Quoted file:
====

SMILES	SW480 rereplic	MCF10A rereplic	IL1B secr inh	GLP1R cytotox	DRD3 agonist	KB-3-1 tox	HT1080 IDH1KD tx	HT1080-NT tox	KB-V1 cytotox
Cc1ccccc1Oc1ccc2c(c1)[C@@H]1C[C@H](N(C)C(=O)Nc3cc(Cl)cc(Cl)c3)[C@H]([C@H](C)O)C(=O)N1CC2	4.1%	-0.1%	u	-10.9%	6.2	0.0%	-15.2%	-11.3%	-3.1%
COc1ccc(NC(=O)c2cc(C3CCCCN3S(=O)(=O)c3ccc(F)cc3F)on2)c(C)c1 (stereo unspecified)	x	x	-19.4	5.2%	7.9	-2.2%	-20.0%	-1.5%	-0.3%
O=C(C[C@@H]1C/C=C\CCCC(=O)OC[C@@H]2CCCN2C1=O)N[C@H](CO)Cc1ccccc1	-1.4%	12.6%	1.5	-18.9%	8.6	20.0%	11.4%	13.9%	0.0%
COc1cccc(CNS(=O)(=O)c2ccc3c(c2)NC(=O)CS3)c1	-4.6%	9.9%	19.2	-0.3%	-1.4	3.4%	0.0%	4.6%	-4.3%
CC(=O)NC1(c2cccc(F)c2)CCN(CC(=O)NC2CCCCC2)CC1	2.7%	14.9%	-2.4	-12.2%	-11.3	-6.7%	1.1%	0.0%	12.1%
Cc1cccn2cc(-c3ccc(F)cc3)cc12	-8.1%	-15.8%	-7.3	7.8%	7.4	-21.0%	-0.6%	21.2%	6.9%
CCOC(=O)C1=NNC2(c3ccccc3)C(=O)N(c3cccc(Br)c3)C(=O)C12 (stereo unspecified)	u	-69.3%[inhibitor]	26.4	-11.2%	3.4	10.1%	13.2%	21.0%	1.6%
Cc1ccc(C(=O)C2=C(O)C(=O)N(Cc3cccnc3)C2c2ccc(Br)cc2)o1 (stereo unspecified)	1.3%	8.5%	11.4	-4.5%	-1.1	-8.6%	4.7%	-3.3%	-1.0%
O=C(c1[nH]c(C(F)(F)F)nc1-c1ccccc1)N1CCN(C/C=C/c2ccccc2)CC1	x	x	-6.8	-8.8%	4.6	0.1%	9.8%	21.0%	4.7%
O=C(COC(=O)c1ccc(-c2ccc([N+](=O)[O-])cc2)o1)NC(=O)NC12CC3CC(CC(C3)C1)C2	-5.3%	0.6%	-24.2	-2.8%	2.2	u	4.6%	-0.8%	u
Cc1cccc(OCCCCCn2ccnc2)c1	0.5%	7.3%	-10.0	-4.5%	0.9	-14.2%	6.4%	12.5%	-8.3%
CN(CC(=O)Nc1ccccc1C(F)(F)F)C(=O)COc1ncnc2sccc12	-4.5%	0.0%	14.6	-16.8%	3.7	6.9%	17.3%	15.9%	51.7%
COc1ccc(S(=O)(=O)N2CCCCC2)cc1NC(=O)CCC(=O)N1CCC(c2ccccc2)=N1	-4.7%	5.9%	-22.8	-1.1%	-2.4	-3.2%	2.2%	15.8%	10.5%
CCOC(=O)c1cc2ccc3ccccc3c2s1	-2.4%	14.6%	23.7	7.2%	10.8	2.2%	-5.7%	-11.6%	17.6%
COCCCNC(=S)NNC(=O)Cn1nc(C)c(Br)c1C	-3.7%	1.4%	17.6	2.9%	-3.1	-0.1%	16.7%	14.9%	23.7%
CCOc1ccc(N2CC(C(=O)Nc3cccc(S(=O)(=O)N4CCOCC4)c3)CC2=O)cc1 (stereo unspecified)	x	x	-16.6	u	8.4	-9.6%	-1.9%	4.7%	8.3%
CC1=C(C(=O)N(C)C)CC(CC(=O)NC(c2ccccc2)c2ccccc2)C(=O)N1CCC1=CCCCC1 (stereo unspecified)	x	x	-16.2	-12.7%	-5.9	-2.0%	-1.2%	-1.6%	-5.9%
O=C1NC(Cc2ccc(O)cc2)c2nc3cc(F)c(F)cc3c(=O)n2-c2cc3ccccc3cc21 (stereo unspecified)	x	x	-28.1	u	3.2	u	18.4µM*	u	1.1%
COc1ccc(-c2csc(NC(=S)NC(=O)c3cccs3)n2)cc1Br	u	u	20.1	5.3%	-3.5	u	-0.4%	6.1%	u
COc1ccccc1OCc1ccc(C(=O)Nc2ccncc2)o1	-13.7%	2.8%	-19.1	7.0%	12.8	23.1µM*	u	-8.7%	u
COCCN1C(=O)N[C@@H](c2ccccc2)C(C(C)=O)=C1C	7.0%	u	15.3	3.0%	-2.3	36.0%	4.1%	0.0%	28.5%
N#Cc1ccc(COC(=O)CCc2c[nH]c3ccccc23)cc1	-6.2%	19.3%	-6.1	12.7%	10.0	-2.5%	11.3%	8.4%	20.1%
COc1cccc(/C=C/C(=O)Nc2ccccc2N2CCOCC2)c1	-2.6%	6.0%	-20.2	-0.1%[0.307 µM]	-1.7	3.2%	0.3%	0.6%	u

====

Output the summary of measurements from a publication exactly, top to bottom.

SMILES	SW480 rereplic	MCF10A rereplic	IL1B secr inh	GLP1R cytotox	DRD3 agonist	KB-3-1 tox	HT1080 IDH1KD tx	HT1080-NT tox	KB-V1 cytotox
Cc1ccccc1Oc1ccc2c(c1)[C@@H]1C[C@H](N(C)C(=O)Nc3cc(Cl)cc(Cl)c3)[C@H]([C@H](C)O)C(=O)N1CC2	4.1%	-0.1%	u	-10.9%	6.2	0.0%	-15.2%	-11.3%	-3.1%
COc1ccc(NC(=O)c2cc(C3CCCCN3S(=O)(=O)c3ccc(F)cc3F)on2)c(C)c1 (stereo unspecified)	x	x	-19.4	5.2%	7.9	-2.2%	-20.0%	-1.5%	-0.3%
O=C(C[C@@H]1C/C=C\CCCC(=O)OC[C@@H]2CCCN2C1=O)N[C@H](CO)Cc1ccccc1	-1.4%	12.6%	1.5	-18.9%	8.6	20.0%	11.4%	13.9%	0.0%
COc1cccc(CNS(=O)(=O)c2ccc3c(c2)NC(=O)CS3)c1	-4.6%	9.9%	19.2	-0.3%	-1.4	3.4%	0.0%	4.6%	-4.3%
CC(=O)NC1(c2cccc(F)c2)CCN(CC(=O)NC2CCCCC2)CC1	2.7%	14.9%	-2.4	-12.2%	-11.3	-6.7%	1.1%	0.0%	12.1%
Cc1cccn2cc(-c3ccc(F)cc3)cc12	-8.1%	-15.8%	-7.3	7.8%	7.4	-21.0%	-0.6%	21.2%	6.9%
CCOC(=O)C1=NNC2(c3ccccc3)C(=O)N(c3cccc(Br)c3)C(=O)C12 (stereo unspecified)	u	-69.3%[inhibitor]	26.4	-11.2%	3.4	10.1%	13.2%	21.0%	1.6%
Cc1ccc(C(=O)C2=C(O)C(=O)N(Cc3cccnc3)C2c2ccc(Br)cc2)o1 (stereo unspecified)	1.3%	8.5%	11.4	-4.5%	-1.1	-8.6%	4.7%	-3.3%	-1.0%
O=C(c1[nH]c(C(F)(F)F)nc1-c1ccccc1)N1CCN(C/C=C/c2ccccc2)CC1	x	x	-6.8	-8.8%	4.6	0.1%	9.8%	21.0%	4.7%
O=C(COC(=O)c1ccc(-c2ccc([N+](=O)[O-])cc2)o1)NC(=O)NC12CC3CC(CC(C3)C1)C2	-5.3%	0.6%	-24.2	-2.8%	2.2	u	4.6%	-0.8%	u
Cc1cccc(OCCCCCn2ccnc2)c1	0.5%	7.3%	-10.0	-4.5%	0.9	-14.2%	6.4%	12.5%	-8.3%
CN(CC(=O)Nc1ccccc1C(F)(F)F)C(=O)COc1ncnc2sccc12	-4.5%	0.0%	14.6	-16.8%	3.7	6.9%	17.3%	15.9%	51.7%
COc1ccc(S(=O)(=O)N2CCCCC2)cc1NC(=O)CCC(=O)N1CCC(c2ccccc2)=N1	-4.7%	5.9%	-22.8	-1.1%	-2.4	-3.2%	2.2%	15.8%	10.5%
CCOC(=O)c1cc2ccc3ccccc3c2s1	-2.4%	14.6%	23.7	7.2%	10.8	2.2%	-5.7%	-11.6%	17.6%
COCCCNC(=S)NNC(=O)Cn1nc(C)c(Br)c1C	-3.7%	1.4%	17.6	2.9%	-3.1	-0.1%	16.7%	14.9%	23.7%
CCOc1ccc(N2CC(C(=O)Nc3cccc(S(=O)(=O)N4CCOCC4)c3)CC2=O)cc1 (stereo unspecified)	x	x	-16.6	u	8.4	-9.6%	-1.9%	4.7%	8.3%
CC1=C(C(=O)N(C)C)CC(CC(=O)NC(c2ccccc2)c2ccccc2)C(=O)N1CCC1=CCCCC1 (stereo unspecified)	x	x	-16.2	-12.7%	-5.9	-2.0%	-1.2%	-1.6%	-5.9%
O=C1NC(Cc2ccc(O)cc2)c2nc3cc(F)c(F)cc3c(=O)n2-c2cc3ccccc3cc21 (stereo unspecified)	x	x	-28.1	u	3.2	u	18.4µM*	u	1.1%
COc1ccc(-c2csc(NC(=S)NC(=O)c3cccs3)n2)cc1Br	u	u	20.1	5.3%	-3.5	u	-0.4%	6.1%	u
COc1ccccc1OCc1ccc(C(=O)Nc2ccncc2)o1	-13.7%	2.8%	-19.1	7.0%	12.8	23.1µM*	u	-8.7%	u
COCCN1C(=O)N[C@@H](c2ccccc2)C(C(C)=O)=C1C	7.0%	u	15.3	3.0%	-2.3	36.0%	4.1%	0.0%	28.5%
N#Cc1ccc(COC(=O)CCc2c[nH]c3ccccc23)cc1	-6.2%	19.3%	-6.1	12.7%	10.0	-2.5%	11.3%	8.4%	20.1%
COc1cccc(/C=C/C(=O)Nc2ccccc2N2CCOCC2)c1	-2.6%	6.0%	-20.2	-0.1%[0.307 µM]	-1.7	3.2%	0.3%	0.6%	u